What are the "pastry pigs and turkeys bewitched to a dark gold" in the beginning of Chapter 3 of The Great Gatsby?
Pastry pigs are pigs in a blanket, or pork rolled in pastry.
Gatbsy throws lavish parties where guests do whatever they want. They act more like they are at an amusement park than a private residence. Every week “corps of caterers” descend on the Gatsby mansion with colored lights and other decorations and lots and lots of delectable goodies. There are two suppers, one served at midnight and one earlier.
The tables are described as laden with “glistening hors d’oeuvre,” or appetizers. Your pastry pigs fall into this category. They continue the description of decadence.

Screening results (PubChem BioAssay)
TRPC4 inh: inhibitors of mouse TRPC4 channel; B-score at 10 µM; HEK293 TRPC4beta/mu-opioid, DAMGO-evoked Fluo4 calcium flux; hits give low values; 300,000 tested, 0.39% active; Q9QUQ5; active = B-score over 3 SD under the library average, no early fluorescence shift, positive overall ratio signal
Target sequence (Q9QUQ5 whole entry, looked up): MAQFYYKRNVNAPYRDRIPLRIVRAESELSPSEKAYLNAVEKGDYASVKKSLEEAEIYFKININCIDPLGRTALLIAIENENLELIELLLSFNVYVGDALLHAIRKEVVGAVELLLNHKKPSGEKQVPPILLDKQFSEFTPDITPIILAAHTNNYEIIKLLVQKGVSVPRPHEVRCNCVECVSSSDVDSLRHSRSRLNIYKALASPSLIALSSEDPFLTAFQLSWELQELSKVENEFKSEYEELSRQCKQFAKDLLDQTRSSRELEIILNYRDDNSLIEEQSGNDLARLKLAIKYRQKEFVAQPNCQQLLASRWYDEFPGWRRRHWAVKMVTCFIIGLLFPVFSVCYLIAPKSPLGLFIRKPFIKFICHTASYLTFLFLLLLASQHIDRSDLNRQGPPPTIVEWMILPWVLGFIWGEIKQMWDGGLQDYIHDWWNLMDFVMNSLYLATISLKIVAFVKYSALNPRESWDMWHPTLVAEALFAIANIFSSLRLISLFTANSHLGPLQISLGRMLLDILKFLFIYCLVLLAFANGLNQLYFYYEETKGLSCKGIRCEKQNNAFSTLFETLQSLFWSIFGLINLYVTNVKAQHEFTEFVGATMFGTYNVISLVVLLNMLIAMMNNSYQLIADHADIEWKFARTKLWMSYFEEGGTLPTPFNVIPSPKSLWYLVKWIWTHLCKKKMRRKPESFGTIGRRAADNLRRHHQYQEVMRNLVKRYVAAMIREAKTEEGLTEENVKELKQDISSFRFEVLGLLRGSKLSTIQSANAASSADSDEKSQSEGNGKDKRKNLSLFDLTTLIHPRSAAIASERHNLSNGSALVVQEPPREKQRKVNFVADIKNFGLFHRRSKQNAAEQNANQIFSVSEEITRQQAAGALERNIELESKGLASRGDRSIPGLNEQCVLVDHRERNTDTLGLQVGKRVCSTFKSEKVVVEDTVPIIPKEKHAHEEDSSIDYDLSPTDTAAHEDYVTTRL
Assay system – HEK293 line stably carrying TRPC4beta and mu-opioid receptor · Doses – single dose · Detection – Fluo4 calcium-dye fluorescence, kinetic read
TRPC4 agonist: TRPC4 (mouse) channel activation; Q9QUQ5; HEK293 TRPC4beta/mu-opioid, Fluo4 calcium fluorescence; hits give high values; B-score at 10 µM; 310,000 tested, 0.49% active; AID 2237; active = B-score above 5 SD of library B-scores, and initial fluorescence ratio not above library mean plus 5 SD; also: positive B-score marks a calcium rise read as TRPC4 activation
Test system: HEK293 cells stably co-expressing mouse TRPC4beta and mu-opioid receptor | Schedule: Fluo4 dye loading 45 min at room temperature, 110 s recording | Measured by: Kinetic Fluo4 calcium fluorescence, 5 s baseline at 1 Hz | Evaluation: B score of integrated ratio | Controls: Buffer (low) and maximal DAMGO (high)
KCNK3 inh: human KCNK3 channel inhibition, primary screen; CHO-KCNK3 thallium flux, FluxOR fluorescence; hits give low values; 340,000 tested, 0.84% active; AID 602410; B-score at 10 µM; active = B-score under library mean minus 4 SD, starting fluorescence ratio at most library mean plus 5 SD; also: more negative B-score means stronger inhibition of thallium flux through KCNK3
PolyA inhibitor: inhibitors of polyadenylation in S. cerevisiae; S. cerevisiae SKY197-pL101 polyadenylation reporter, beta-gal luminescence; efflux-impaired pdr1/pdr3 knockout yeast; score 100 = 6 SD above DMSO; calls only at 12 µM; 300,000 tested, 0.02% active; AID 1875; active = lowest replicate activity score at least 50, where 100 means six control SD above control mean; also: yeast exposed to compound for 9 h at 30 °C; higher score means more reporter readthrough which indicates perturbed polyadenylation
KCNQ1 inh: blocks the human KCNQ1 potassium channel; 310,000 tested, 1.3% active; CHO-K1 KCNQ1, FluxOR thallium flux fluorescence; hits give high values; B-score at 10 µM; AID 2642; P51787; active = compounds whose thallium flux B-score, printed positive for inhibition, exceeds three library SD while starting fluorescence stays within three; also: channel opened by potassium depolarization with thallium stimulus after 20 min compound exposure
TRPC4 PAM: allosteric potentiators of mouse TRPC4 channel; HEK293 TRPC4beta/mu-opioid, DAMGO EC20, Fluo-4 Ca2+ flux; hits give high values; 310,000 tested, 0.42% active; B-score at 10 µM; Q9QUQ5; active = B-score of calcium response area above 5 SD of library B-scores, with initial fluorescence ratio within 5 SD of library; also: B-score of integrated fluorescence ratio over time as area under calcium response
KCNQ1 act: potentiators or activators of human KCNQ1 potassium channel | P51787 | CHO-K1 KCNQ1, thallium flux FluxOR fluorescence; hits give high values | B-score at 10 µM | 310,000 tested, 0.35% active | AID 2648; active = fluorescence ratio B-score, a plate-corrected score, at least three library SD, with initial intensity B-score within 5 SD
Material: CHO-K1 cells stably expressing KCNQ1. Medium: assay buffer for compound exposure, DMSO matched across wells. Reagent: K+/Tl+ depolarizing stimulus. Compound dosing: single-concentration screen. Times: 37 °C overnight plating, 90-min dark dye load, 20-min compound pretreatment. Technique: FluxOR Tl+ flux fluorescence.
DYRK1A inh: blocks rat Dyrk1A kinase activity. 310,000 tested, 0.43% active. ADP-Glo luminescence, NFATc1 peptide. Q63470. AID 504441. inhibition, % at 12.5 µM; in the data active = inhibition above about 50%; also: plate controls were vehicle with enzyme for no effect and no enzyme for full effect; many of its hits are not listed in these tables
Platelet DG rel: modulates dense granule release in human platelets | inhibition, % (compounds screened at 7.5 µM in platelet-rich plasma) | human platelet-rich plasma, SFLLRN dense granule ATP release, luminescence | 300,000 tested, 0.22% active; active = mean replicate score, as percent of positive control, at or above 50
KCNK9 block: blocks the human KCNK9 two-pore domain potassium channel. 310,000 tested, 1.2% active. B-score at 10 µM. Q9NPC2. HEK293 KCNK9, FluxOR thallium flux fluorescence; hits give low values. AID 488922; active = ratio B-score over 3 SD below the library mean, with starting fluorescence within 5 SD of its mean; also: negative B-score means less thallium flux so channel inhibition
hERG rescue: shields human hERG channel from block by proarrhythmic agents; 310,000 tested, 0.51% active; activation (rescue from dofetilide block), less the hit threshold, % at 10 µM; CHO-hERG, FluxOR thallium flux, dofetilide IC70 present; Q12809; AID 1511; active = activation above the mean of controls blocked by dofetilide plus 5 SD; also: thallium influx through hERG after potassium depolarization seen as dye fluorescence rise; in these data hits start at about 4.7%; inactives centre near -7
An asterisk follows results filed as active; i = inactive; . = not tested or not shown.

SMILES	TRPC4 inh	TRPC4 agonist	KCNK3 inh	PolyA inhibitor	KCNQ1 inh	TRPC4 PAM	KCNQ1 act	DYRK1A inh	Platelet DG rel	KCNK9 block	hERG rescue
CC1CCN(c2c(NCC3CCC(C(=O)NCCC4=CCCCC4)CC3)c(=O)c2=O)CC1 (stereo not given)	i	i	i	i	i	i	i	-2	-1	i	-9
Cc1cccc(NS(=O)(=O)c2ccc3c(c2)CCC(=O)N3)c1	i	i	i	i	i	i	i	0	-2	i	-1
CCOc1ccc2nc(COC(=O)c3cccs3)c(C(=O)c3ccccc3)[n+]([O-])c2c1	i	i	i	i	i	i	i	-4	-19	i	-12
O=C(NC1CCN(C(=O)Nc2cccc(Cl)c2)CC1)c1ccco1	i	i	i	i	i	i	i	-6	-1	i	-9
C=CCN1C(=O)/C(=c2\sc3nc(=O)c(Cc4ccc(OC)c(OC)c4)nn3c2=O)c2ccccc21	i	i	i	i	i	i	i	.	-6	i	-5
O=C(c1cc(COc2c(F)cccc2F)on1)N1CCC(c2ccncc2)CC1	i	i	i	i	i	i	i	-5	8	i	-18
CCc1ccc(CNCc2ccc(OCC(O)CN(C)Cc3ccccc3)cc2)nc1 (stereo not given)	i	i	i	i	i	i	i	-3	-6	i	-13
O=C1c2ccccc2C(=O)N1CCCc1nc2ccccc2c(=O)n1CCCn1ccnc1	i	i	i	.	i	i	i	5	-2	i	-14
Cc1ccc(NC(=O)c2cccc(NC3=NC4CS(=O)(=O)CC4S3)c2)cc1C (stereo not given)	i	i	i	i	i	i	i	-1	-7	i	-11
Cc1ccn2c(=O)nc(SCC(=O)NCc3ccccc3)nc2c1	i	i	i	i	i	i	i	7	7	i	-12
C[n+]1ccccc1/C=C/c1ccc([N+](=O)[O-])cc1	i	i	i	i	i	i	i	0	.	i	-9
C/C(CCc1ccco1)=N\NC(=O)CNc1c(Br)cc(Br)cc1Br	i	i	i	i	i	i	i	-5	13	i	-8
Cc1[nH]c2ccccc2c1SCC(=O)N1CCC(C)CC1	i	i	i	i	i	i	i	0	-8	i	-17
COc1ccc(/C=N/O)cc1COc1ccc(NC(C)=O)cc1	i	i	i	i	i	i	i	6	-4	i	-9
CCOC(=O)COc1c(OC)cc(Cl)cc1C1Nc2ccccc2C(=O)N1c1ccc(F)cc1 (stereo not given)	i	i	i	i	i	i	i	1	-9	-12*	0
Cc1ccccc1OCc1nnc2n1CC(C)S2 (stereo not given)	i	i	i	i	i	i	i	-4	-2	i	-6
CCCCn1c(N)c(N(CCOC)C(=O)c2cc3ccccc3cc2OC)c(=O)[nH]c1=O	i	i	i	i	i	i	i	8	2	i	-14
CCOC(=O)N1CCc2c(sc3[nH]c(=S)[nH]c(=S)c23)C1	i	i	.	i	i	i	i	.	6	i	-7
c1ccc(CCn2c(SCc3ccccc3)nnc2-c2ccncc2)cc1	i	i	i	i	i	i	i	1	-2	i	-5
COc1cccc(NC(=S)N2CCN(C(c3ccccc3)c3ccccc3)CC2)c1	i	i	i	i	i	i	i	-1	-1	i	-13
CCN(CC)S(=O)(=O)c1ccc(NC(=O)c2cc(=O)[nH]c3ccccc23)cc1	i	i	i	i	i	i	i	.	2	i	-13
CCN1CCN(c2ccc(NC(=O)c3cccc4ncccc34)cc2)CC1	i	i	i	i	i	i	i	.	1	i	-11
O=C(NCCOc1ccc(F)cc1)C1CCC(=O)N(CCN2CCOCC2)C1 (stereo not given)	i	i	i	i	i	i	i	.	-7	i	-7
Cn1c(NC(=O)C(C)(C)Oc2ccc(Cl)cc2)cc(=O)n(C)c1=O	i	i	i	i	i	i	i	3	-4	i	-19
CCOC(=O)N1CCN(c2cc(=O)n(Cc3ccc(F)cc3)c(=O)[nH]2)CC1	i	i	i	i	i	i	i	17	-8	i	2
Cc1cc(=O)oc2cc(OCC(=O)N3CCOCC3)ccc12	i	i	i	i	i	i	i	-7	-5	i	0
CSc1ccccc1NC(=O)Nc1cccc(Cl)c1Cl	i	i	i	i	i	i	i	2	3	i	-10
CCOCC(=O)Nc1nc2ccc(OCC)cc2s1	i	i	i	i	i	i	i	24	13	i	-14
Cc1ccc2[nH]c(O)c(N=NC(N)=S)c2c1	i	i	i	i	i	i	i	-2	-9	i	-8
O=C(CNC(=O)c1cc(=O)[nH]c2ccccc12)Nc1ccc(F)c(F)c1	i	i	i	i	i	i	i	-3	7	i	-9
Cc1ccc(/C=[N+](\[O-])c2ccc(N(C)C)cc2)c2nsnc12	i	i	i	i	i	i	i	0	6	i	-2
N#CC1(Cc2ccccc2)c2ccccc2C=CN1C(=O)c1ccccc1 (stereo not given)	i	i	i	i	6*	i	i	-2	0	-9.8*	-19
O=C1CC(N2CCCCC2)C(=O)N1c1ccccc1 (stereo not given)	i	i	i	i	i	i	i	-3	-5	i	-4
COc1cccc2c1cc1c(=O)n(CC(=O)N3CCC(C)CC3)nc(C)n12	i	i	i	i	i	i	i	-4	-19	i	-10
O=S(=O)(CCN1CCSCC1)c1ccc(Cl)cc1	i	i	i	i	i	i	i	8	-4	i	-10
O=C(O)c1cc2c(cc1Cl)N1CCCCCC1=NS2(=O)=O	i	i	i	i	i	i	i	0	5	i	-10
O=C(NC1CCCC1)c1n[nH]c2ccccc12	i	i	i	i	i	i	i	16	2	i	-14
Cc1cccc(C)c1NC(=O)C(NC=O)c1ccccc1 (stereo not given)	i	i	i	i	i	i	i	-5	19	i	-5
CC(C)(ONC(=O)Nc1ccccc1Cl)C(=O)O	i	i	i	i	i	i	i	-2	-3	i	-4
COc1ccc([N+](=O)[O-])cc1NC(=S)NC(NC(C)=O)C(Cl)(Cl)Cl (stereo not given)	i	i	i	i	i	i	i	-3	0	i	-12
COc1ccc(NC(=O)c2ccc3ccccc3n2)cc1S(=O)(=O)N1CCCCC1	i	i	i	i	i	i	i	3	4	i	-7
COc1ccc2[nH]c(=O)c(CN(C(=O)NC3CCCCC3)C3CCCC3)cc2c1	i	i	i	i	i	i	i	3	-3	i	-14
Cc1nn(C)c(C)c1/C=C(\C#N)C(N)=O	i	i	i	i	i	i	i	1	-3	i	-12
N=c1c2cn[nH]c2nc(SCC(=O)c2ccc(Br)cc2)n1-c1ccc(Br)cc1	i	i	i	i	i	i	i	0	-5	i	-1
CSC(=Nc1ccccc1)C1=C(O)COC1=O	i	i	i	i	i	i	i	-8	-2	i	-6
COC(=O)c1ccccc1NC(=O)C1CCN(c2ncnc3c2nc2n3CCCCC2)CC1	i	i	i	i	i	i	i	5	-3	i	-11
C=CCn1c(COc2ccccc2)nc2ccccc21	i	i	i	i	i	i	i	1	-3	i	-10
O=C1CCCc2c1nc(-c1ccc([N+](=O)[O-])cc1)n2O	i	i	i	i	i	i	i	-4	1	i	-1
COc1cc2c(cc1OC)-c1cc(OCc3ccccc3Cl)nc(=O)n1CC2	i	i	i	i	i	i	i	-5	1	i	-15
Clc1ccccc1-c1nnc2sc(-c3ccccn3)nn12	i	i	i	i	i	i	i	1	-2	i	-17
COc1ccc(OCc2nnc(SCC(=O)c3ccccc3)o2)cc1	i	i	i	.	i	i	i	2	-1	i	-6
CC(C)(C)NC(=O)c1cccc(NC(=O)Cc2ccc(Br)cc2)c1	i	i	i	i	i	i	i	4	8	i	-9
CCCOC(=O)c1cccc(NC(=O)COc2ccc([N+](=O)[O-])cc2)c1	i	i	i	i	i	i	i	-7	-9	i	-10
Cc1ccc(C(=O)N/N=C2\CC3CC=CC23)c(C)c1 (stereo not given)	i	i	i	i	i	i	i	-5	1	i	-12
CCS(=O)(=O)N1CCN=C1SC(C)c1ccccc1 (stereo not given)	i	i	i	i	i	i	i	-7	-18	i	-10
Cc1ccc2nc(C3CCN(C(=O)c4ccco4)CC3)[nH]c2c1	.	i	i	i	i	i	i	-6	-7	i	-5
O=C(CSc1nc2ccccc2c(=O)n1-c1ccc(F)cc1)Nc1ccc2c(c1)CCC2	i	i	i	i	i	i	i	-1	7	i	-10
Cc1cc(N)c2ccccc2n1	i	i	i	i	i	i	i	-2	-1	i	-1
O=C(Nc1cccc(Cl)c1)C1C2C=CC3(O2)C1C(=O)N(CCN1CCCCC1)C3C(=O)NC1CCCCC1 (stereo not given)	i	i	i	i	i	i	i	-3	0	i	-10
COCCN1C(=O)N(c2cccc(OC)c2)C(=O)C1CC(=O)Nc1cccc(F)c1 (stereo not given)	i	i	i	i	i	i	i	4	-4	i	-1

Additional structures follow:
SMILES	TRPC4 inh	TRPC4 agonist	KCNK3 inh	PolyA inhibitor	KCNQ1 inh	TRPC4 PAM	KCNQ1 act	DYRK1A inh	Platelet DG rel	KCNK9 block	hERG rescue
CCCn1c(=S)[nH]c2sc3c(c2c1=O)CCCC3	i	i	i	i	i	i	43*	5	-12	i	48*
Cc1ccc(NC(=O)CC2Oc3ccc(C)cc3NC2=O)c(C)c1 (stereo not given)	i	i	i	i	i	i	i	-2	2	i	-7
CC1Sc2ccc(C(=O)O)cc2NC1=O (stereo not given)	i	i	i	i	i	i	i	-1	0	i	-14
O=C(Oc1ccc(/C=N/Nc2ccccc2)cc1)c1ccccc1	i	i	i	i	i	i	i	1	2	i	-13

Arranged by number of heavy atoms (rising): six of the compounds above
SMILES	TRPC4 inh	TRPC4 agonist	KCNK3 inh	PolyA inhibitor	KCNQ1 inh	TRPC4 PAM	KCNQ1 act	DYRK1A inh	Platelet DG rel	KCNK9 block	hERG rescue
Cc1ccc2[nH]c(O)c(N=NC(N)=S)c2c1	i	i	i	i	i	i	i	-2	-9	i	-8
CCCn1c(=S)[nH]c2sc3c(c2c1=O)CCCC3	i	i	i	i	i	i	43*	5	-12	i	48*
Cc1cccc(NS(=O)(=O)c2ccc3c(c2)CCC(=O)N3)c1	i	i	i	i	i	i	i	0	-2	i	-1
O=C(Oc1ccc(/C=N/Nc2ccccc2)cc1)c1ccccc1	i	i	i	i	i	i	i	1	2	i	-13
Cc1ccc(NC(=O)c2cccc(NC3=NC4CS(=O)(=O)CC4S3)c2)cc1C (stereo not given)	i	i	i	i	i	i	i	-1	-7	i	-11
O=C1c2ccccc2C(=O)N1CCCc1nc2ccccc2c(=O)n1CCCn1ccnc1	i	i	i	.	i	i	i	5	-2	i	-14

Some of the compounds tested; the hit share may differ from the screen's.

On buffet tables, garnished with glistening hors d’œuvre, spiced baked hams crowded against salads of harlequin designs and pastry pigs and turkeys bewitched to a dark gold.
Basically you take pastry and wrap sausage in it and bake it. This makes a delectable and fattening appetizer to keep your guests going. Gatsby wanted to make sure there was enough food to go around. The pastry is gold and yellow, and so are the turkeys. This creates a sensory description of the lavish party for the reader.